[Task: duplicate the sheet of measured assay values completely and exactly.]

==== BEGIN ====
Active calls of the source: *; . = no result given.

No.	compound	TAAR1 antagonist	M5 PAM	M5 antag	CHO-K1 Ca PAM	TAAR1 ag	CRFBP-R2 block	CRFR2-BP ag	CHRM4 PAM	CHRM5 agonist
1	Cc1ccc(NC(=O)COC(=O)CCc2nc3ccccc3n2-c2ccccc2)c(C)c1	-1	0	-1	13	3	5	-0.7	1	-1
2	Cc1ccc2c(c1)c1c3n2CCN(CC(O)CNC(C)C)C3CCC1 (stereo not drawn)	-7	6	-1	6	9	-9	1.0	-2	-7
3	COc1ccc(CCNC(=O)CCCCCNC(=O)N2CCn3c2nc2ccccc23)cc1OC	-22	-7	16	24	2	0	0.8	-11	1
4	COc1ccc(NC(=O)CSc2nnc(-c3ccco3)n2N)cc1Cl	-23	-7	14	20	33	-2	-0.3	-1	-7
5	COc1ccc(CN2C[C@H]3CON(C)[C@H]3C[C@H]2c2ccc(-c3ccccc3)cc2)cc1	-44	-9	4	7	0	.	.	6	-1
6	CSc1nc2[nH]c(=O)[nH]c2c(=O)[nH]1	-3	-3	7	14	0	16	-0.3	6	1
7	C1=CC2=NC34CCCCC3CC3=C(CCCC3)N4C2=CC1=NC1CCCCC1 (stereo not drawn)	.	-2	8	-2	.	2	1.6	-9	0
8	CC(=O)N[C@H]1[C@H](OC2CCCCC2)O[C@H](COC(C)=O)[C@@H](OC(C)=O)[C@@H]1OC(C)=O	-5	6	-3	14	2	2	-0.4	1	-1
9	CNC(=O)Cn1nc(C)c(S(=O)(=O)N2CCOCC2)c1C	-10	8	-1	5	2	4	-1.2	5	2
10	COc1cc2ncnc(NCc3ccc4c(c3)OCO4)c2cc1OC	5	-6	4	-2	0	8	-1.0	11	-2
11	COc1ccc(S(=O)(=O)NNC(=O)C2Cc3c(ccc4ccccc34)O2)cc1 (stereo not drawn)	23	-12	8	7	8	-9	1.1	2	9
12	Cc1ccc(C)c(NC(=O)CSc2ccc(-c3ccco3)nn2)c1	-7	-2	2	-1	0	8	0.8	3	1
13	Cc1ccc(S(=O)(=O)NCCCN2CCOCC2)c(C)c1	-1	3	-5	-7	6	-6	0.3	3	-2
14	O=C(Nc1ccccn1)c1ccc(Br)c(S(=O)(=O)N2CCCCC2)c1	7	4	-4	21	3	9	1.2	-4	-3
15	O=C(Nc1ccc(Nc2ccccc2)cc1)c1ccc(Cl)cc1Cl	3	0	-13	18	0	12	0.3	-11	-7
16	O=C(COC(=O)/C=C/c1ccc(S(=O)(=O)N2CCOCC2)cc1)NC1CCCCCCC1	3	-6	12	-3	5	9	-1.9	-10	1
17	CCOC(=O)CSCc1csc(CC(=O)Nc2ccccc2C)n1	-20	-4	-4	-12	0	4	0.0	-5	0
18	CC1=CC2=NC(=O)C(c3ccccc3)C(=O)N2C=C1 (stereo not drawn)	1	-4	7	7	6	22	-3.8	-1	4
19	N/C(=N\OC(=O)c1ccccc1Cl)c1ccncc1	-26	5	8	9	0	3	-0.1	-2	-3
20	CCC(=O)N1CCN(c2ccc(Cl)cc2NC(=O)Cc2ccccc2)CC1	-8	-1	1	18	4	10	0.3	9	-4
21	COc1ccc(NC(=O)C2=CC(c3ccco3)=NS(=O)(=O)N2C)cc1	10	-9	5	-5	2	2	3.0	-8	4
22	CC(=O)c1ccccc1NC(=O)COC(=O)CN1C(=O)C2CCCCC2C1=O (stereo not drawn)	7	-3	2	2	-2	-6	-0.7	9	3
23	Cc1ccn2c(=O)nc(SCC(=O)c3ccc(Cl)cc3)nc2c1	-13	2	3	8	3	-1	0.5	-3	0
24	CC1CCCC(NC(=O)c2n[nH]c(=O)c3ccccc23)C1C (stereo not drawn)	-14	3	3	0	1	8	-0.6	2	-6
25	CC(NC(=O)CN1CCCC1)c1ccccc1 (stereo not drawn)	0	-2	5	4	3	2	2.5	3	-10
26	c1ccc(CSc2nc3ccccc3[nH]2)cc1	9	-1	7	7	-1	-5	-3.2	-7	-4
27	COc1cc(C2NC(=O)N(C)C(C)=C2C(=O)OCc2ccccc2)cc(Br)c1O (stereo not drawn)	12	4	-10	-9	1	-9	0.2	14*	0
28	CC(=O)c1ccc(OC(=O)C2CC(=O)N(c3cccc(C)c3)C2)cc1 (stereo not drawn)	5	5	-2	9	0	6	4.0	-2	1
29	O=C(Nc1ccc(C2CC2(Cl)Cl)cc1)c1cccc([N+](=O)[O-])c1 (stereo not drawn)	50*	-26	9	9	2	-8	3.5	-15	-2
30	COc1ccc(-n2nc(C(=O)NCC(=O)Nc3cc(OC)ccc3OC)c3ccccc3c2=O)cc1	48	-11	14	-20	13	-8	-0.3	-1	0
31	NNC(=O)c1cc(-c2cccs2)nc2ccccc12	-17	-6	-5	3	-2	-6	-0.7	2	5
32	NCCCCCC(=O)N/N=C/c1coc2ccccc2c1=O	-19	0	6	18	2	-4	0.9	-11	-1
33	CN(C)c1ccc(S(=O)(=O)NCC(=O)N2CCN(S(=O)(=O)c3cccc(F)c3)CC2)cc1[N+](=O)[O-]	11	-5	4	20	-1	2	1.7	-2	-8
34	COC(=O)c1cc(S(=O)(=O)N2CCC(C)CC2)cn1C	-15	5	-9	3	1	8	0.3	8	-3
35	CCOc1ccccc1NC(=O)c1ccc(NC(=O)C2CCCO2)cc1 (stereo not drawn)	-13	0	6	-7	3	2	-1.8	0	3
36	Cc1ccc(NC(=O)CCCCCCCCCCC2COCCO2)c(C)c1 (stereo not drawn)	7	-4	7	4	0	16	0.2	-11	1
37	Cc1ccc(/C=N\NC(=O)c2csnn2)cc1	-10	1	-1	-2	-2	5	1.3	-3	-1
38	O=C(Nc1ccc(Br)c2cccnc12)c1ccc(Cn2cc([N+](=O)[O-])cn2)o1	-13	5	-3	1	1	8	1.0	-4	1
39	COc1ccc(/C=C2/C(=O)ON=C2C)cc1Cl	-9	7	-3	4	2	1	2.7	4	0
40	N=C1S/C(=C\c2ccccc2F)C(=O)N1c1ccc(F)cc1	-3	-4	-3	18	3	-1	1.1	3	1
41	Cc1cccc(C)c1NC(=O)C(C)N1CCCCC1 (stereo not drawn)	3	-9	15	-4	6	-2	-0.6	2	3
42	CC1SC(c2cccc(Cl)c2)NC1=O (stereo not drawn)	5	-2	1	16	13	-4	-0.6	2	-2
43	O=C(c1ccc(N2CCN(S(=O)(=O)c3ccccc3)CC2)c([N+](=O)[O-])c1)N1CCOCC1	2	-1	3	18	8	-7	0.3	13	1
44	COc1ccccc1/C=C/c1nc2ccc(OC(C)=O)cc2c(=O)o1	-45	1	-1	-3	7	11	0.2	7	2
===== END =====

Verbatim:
Active calls of the source: *; . = no result given.

No.	compound	TAAR1 antagonist	M5 PAM	M5 antag	CHO-K1 Ca PAM	TAAR1 ag	CRFBP-R2 block	CRFR2-BP ag	CHRM4 PAM	CHRM5 agonist
1	Cc1ccc(NC(=O)COC(=O)CCc2nc3ccccc3n2-c2ccccc2)c(C)c1	-1	0	-1	13	3	5	-0.7	1	-1
2	Cc1ccc2c(c1)c1c3n2CCN(CC(O)CNC(C)C)C3CCC1 (stereo not drawn)	-7	6	-1	6	9	-9	1.0	-2	-7
3	COc1ccc(CCNC(=O)CCCCCNC(=O)N2CCn3c2nc2ccccc23)cc1OC	-22	-7	16	24	2	0	0.8	-11	1
4	COc1ccc(NC(=O)CSc2nnc(-c3ccco3)n2N)cc1Cl	-23	-7	14	20	33	-2	-0.3	-1	-7
5	COc1ccc(CN2C[C@H]3CON(C)[C@H]3C[C@H]2c2ccc(-c3ccccc3)cc2)cc1	-44	-9	4	7	0	.	.	6	-1
6	CSc1nc2[nH]c(=O)[nH]c2c(=O)[nH]1	-3	-3	7	14	0	16	-0.3	6	1
7	C1=CC2=NC34CCCCC3CC3=C(CCCC3)N4C2=CC1=NC1CCCCC1 (stereo not drawn)	.	-2	8	-2	.	2	1.6	-9	0
8	CC(=O)N[C@H]1[C@H](OC2CCCCC2)O[C@H](COC(C)=O)[C@@H](OC(C)=O)[C@@H]1OC(C)=O	-5	6	-3	14	2	2	-0.4	1	-1
9	CNC(=O)Cn1nc(C)c(S(=O)(=O)N2CCOCC2)c1C	-10	8	-1	5	2	4	-1.2	5	2
10	COc1cc2ncnc(NCc3ccc4c(c3)OCO4)c2cc1OC	5	-6	4	-2	0	8	-1.0	11	-2
11	COc1ccc(S(=O)(=O)NNC(=O)C2Cc3c(ccc4ccccc34)O2)cc1 (stereo not drawn)	23	-12	8	7	8	-9	1.1	2	9
12	Cc1ccc(C)c(NC(=O)CSc2ccc(-c3ccco3)nn2)c1	-7	-2	2	-1	0	8	0.8	3	1
13	Cc1ccc(S(=O)(=O)NCCCN2CCOCC2)c(C)c1	-1	3	-5	-7	6	-6	0.3	3	-2
14	O=C(Nc1ccccn1)c1ccc(Br)c(S(=O)(=O)N2CCCCC2)c1	7	4	-4	21	3	9	1.2	-4	-3
15	O=C(Nc1ccc(Nc2ccccc2)cc1)c1ccc(Cl)cc1Cl	3	0	-13	18	0	12	0.3	-11	-7
16	O=C(COC(=O)/C=C/c1ccc(S(=O)(=O)N2CCOCC2)cc1)NC1CCCCCCC1	3	-6	12	-3	5	9	-1.9	-10	1
17	CCOC(=O)CSCc1csc(CC(=O)Nc2ccccc2C)n1	-20	-4	-4	-12	0	4	0.0	-5	0
18	CC1=CC2=NC(=O)C(c3ccccc3)C(=O)N2C=C1 (stereo not drawn)	1	-4	7	7	6	22	-3.8	-1	4
19	N/C(=N\OC(=O)c1ccccc1Cl)c1ccncc1	-26	5	8	9	0	3	-0.1	-2	-3
20	CCC(=O)N1CCN(c2ccc(Cl)cc2NC(=O)Cc2ccccc2)CC1	-8	-1	1	18	4	10	0.3	9	-4
21	COc1ccc(NC(=O)C2=CC(c3ccco3)=NS(=O)(=O)N2C)cc1	10	-9	5	-5	2	2	3.0	-8	4
22	CC(=O)c1ccccc1NC(=O)COC(=O)CN1C(=O)C2CCCCC2C1=O (stereo not drawn)	7	-3	2	2	-2	-6	-0.7	9	3
23	Cc1ccn2c(=O)nc(SCC(=O)c3ccc(Cl)cc3)nc2c1	-13	2	3	8	3	-1	0.5	-3	0
24	CC1CCCC(NC(=O)c2n[nH]c(=O)c3ccccc23)C1C (stereo not drawn)	-14	3	3	0	1	8	-0.6	2	-6
25	CC(NC(=O)CN1CCCC1)c1ccccc1 (stereo not drawn)	0	-2	5	4	3	2	2.5	3	-10
26	c1ccc(CSc2nc3ccccc3[nH]2)cc1	9	-1	7	7	-1	-5	-3.2	-7	-4
27	COc1cc(C2NC(=O)N(C)C(C)=C2C(=O)OCc2ccccc2)cc(Br)c1O (stereo not drawn)	12	4	-10	-9	1	-9	0.2	14*	0
28	CC(=O)c1ccc(OC(=O)C2CC(=O)N(c3cccc(C)c3)C2)cc1 (stereo not drawn)	5	5	-2	9	0	6	4.0	-2	1
29	O=C(Nc1ccc(C2CC2(Cl)Cl)cc1)c1cccc([N+](=O)[O-])c1 (stereo not drawn)	50*	-26	9	9	2	-8	3.5	-15	-2
30	COc1ccc(-n2nc(C(=O)NCC(=O)Nc3cc(OC)ccc3OC)c3ccccc3c2=O)cc1	48	-11	14	-20	13	-8	-0.3	-1	0
31	NNC(=O)c1cc(-c2cccs2)nc2ccccc12	-17	-6	-5	3	-2	-6	-0.7	2	5
32	NCCCCCC(=O)N/N=C/c1coc2ccccc2c1=O	-19	0	6	18	2	-4	0.9	-11	-1
33	CN(C)c1ccc(S(=O)(=O)NCC(=O)N2CCN(S(=O)(=O)c3cccc(F)c3)CC2)cc1[N+](=O)[O-]	11	-5	4	20	-1	2	1.7	-2	-8
34	COC(=O)c1cc(S(=O)(=O)N2CCC(C)CC2)cn1C	-15	5	-9	3	1	8	0.3	8	-3
35	CCOc1ccccc1NC(=O)c1ccc(NC(=O)C2CCCO2)cc1 (stereo not drawn)	-13	0	6	-7	3	2	-1.8	0	3
36	Cc1ccc(NC(=O)CCCCCCCCCCC2COCCO2)c(C)c1 (stereo not drawn)	7	-4	7	4	0	16	0.2	-11	1
37	Cc1ccc(/C=N\NC(=O)c2csnn2)cc1	-10	1	-1	-2	-2	5	1.3	-3	-1
38	O=C(Nc1ccc(Br)c2cccnc12)c1ccc(Cn2cc([N+](=O)[O-])cn2)o1	-13	5	-3	1	1	8	1.0	-4	1
39	COc1ccc(/C=C2/C(=O)ON=C2C)cc1Cl	-9	7	-3	4	2	1	2.7	4	0
40	N=C1S/C(=C\c2ccccc2F)C(=O)N1c1ccc(F)cc1	-3	-4	-3	18	3	-1	1.1	3	1
41	Cc1cccc(C)c1NC(=O)C(C)N1CCCCC1 (stereo not drawn)	3	-9	15	-4	6	-2	-0.6	2	3
42	CC1SC(c2cccc(Cl)c2)NC1=O (stereo not drawn)	5	-2	1	16	13	-4	-0.6	2	-2
43	O=C(c1ccc(N2CCN(S(=O)(=O)c3ccccc3)CC2)c([N+](=O)[O-])c1)N1CCOCC1	2	-1	3	18	8	-7	0.3	13	1
44	COc1ccccc1/C=C/c1nc2ccc(OC(C)=O)cc2c(=O)o1	-45	1	-1	-3	7	11	0.2	7	2